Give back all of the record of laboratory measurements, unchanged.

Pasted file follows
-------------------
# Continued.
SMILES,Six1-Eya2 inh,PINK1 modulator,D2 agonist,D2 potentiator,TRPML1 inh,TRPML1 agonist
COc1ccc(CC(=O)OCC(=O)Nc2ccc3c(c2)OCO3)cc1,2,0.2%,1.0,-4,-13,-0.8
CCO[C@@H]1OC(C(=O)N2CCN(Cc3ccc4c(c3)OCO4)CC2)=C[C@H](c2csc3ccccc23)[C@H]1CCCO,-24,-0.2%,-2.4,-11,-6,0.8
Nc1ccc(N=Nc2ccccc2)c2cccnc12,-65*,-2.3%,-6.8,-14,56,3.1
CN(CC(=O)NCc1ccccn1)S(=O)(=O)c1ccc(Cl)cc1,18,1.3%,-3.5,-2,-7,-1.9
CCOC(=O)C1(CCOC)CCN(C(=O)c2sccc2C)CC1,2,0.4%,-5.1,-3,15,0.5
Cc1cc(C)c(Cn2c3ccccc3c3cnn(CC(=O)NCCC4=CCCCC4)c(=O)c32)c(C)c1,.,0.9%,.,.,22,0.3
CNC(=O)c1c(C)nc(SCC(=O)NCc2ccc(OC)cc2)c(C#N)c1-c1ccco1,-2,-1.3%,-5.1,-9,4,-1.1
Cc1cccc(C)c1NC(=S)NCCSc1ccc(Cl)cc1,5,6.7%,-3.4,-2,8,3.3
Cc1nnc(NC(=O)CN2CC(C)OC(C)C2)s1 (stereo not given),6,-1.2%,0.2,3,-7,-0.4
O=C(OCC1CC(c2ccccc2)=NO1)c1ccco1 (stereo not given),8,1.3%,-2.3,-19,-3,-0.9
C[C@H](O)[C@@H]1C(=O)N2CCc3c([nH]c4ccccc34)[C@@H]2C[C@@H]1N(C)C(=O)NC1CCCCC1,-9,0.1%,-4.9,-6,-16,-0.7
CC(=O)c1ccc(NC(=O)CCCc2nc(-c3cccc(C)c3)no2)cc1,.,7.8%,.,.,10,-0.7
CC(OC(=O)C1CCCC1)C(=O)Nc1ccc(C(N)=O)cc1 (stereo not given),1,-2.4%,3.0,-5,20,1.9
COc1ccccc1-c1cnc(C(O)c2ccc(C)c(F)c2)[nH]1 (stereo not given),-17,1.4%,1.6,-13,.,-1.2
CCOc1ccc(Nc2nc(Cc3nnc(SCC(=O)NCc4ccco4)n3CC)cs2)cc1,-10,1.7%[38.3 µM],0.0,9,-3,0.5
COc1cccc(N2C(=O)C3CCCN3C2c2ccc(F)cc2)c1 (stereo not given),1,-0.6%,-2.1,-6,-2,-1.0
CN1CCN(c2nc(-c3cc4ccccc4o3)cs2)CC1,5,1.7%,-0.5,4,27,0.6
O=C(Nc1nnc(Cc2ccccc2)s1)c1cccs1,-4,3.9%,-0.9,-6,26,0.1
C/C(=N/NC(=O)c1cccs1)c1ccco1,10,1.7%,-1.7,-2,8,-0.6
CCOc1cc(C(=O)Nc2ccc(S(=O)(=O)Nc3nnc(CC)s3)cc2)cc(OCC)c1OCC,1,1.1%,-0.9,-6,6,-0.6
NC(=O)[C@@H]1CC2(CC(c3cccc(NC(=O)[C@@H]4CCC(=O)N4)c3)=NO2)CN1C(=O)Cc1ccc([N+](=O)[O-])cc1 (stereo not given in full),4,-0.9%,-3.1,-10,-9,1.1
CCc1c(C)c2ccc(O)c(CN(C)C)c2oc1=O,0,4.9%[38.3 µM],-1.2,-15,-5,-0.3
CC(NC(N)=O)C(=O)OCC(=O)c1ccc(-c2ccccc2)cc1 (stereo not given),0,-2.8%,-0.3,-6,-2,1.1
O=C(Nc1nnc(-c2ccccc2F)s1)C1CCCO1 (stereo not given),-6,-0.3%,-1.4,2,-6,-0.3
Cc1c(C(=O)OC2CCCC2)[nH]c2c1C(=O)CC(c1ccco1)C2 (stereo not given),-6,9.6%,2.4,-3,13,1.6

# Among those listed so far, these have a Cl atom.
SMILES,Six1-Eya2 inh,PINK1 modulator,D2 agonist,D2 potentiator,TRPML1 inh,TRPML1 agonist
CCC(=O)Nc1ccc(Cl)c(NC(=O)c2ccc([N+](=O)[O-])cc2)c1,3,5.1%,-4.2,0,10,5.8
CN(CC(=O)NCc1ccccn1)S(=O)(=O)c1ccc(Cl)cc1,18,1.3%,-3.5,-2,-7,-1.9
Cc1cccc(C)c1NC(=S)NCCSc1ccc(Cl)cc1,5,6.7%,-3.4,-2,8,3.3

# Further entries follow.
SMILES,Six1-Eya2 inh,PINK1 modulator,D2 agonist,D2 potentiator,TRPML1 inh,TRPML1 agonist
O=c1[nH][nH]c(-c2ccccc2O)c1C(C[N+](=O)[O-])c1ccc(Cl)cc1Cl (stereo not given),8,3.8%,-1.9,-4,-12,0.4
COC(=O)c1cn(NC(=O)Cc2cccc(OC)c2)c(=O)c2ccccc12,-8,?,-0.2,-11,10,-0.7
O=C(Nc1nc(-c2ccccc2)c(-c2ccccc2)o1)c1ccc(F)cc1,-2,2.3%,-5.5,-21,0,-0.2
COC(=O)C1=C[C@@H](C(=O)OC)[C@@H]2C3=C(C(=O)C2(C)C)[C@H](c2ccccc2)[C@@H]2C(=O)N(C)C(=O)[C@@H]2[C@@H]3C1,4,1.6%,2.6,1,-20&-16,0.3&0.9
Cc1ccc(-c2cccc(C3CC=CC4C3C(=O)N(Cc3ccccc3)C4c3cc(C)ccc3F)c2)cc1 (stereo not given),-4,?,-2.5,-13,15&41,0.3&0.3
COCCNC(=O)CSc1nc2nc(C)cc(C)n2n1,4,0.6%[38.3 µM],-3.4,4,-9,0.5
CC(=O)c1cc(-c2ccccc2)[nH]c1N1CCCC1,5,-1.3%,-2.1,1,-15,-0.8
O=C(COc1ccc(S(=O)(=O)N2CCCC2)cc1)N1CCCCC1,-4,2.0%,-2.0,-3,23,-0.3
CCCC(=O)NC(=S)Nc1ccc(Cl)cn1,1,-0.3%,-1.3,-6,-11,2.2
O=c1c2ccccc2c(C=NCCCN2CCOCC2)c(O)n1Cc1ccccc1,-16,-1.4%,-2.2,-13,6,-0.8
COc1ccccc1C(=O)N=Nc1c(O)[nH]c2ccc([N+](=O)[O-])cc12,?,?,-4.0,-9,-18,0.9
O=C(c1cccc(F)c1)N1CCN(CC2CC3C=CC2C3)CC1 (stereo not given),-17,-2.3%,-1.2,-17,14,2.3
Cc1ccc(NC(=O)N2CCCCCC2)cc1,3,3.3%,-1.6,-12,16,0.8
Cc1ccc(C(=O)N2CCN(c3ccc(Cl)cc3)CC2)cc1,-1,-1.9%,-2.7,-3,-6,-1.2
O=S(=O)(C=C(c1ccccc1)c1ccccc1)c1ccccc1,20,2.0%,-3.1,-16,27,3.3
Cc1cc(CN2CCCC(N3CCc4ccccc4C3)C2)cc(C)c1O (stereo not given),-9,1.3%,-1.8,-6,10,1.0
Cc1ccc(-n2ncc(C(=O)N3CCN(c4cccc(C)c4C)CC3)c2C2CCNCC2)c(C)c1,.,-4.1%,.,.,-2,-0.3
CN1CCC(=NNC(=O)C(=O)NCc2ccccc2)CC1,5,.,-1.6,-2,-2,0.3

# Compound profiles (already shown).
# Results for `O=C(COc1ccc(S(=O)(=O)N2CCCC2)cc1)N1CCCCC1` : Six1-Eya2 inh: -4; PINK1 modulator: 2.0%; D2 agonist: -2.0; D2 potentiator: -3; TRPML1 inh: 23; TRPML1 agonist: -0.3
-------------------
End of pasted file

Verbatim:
# Continued.
SMILES,Six1-Eya2 inh,PINK1 modulator,D2 agonist,D2 potentiator,TRPML1 inh,TRPML1 agonist
COc1ccc(CC(=O)OCC(=O)Nc2ccc3c(c2)OCO3)cc1,2,0.2%,1.0,-4,-13,-0.8
CCO[C@@H]1OC(C(=O)N2CCN(Cc3ccc4c(c3)OCO4)CC2)=C[C@H](c2csc3ccccc23)[C@H]1CCCO,-24,-0.2%,-2.4,-11,-6,0.8
Nc1ccc(N=Nc2ccccc2)c2cccnc12,-65*,-2.3%,-6.8,-14,56,3.1
CN(CC(=O)NCc1ccccn1)S(=O)(=O)c1ccc(Cl)cc1,18,1.3%,-3.5,-2,-7,-1.9
CCOC(=O)C1(CCOC)CCN(C(=O)c2sccc2C)CC1,2,0.4%,-5.1,-3,15,0.5
Cc1cc(C)c(Cn2c3ccccc3c3cnn(CC(=O)NCCC4=CCCCC4)c(=O)c32)c(C)c1,.,0.9%,.,.,22,0.3
CNC(=O)c1c(C)nc(SCC(=O)NCc2ccc(OC)cc2)c(C#N)c1-c1ccco1,-2,-1.3%,-5.1,-9,4,-1.1
Cc1cccc(C)c1NC(=S)NCCSc1ccc(Cl)cc1,5,6.7%,-3.4,-2,8,3.3
Cc1nnc(NC(=O)CN2CC(C)OC(C)C2)s1 (stereo not given),6,-1.2%,0.2,3,-7,-0.4
O=C(OCC1CC(c2ccccc2)=NO1)c1ccco1 (stereo not given),8,1.3%,-2.3,-19,-3,-0.9
C[C@H](O)[C@@H]1C(=O)N2CCc3c([nH]c4ccccc34)[C@@H]2C[C@@H]1N(C)C(=O)NC1CCCCC1,-9,0.1%,-4.9,-6,-16,-0.7
CC(=O)c1ccc(NC(=O)CCCc2nc(-c3cccc(C)c3)no2)cc1,.,7.8%,.,.,10,-0.7
CC(OC(=O)C1CCCC1)C(=O)Nc1ccc(C(N)=O)cc1 (stereo not given),1,-2.4%,3.0,-5,20,1.9
COc1ccccc1-c1cnc(C(O)c2ccc(C)c(F)c2)[nH]1 (stereo not given),-17,1.4%,1.6,-13,.,-1.2
CCOc1ccc(Nc2nc(Cc3nnc(SCC(=O)NCc4ccco4)n3CC)cs2)cc1,-10,1.7%[38.3 µM],0.0,9,-3,0.5
COc1cccc(N2C(=O)C3CCCN3C2c2ccc(F)cc2)c1 (stereo not given),1,-0.6%,-2.1,-6,-2,-1.0
CN1CCN(c2nc(-c3cc4ccccc4o3)cs2)CC1,5,1.7%,-0.5,4,27,0.6
O=C(Nc1nnc(Cc2ccccc2)s1)c1cccs1,-4,3.9%,-0.9,-6,26,0.1
C/C(=N/NC(=O)c1cccs1)c1ccco1,10,1.7%,-1.7,-2,8,-0.6
CCOc1cc(C(=O)Nc2ccc(S(=O)(=O)Nc3nnc(CC)s3)cc2)cc(OCC)c1OCC,1,1.1%,-0.9,-6,6,-0.6
NC(=O)[C@@H]1CC2(CC(c3cccc(NC(=O)[C@@H]4CCC(=O)N4)c3)=NO2)CN1C(=O)Cc1ccc([N+](=O)[O-])cc1 (stereo not given in full),4,-0.9%,-3.1,-10,-9,1.1
CCc1c(C)c2ccc(O)c(CN(C)C)c2oc1=O,0,4.9%[38.3 µM],-1.2,-15,-5,-0.3
CC(NC(N)=O)C(=O)OCC(=O)c1ccc(-c2ccccc2)cc1 (stereo not given),0,-2.8%,-0.3,-6,-2,1.1
O=C(Nc1nnc(-c2ccccc2F)s1)C1CCCO1 (stereo not given),-6,-0.3%,-1.4,2,-6,-0.3
Cc1c(C(=O)OC2CCCC2)[nH]c2c1C(=O)CC(c1ccco1)C2 (stereo not given),-6,9.6%,2.4,-3,13,1.6

# Among those listed so far, these have a Cl atom.
SMILES,Six1-Eya2 inh,PINK1 modulator,D2 agonist,D2 potentiator,TRPML1 inh,TRPML1 agonist
CCC(=O)Nc1ccc(Cl)c(NC(=O)c2ccc([N+](=O)[O-])cc2)c1,3,5.1%,-4.2,0,10,5.8
CN(CC(=O)NCc1ccccn1)S(=O)(=O)c1ccc(Cl)cc1,18,1.3%,-3.5,-2,-7,-1.9
Cc1cccc(C)c1NC(=S)NCCSc1ccc(Cl)cc1,5,6.7%,-3.4,-2,8,3.3

# Further entries follow.
SMILES,Six1-Eya2 inh,PINK1 modulator,D2 agonist,D2 potentiator,TRPML1 inh,TRPML1 agonist
O=c1[nH][nH]c(-c2ccccc2O)c1C(C[N+](=O)[O-])c1ccc(Cl)cc1Cl (stereo not given),8,3.8%,-1.9,-4,-12,0.4
COC(=O)c1cn(NC(=O)Cc2cccc(OC)c2)c(=O)c2ccccc12,-8,?,-0.2,-11,10,-0.7
O=C(Nc1nc(-c2ccccc2)c(-c2ccccc2)o1)c1ccc(F)cc1,-2,2.3%,-5.5,-21,0,-0.2
COC(=O)C1=C[C@@H](C(=O)OC)[C@@H]2C3=C(C(=O)C2(C)C)[C@H](c2ccccc2)[C@@H]2C(=O)N(C)C(=O)[C@@H]2[C@@H]3C1,4,1.6%,2.6,1,-20&-16,0.3&0.9
Cc1ccc(-c2cccc(C3CC=CC4C3C(=O)N(Cc3ccccc3)C4c3cc(C)ccc3F)c2)cc1 (stereo not given),-4,?,-2.5,-13,15&41,0.3&0.3
COCCNC(=O)CSc1nc2nc(C)cc(C)n2n1,4,0.6%[38.3 µM],-3.4,4,-9,0.5
CC(=O)c1cc(-c2ccccc2)[nH]c1N1CCCC1,5,-1.3%,-2.1,1,-15,-0.8
O=C(COc1ccc(S(=O)(=O)N2CCCC2)cc1)N1CCCCC1,-4,2.0%,-2.0,-3,23,-0.3
CCCC(=O)NC(=S)Nc1ccc(Cl)cn1,1,-0.3%,-1.3,-6,-11,2.2
O=c1c2ccccc2c(C=NCCCN2CCOCC2)c(O)n1Cc1ccccc1,-16,-1.4%,-2.2,-13,6,-0.8
COc1ccccc1C(=O)N=Nc1c(O)[nH]c2ccc([N+](=O)[O-])cc12,?,?,-4.0,-9,-18,0.9
O=C(c1cccc(F)c1)N1CCN(CC2CC3C=CC2C3)CC1 (stereo not given),-17,-2.3%,-1.2,-17,14,2.3
Cc1ccc(NC(=O)N2CCCCCC2)cc1,3,3.3%,-1.6,-12,16,0.8
Cc1ccc(C(=O)N2CCN(c3ccc(Cl)cc3)CC2)cc1,-1,-1.9%,-2.7,-3,-6,-1.2
O=S(=O)(C=C(c1ccccc1)c1ccccc1)c1ccccc1,20,2.0%,-3.1,-16,27,3.3
Cc1cc(CN2CCCC(N3CCc4ccccc4C3)C2)cc(C)c1O (stereo not given),-9,1.3%,-1.8,-6,10,1.0
Cc1ccc(-n2ncc(C(=O)N3CCN(c4cccc(C)c4C)CC3)c2C2CCNCC2)c(C)c1,.,-4.1%,.,.,-2,-0.3
CN1CCC(=NNC(=O)C(=O)NCc2ccccc2)CC1,5,.,-1.6,-2,-2,0.3

# Compound profiles (already shown).
# Results for `O=C(COc1ccc(S(=O)(=O)N2CCCC2)cc1)N1CCCCC1` : Six1-Eya2 inh: -4; PINK1 modulator: 2.0%; D2 agonist: -2.0; D2 potentiator: -3; TRPML1 inh: 23; TRPML1 agonist: -0.3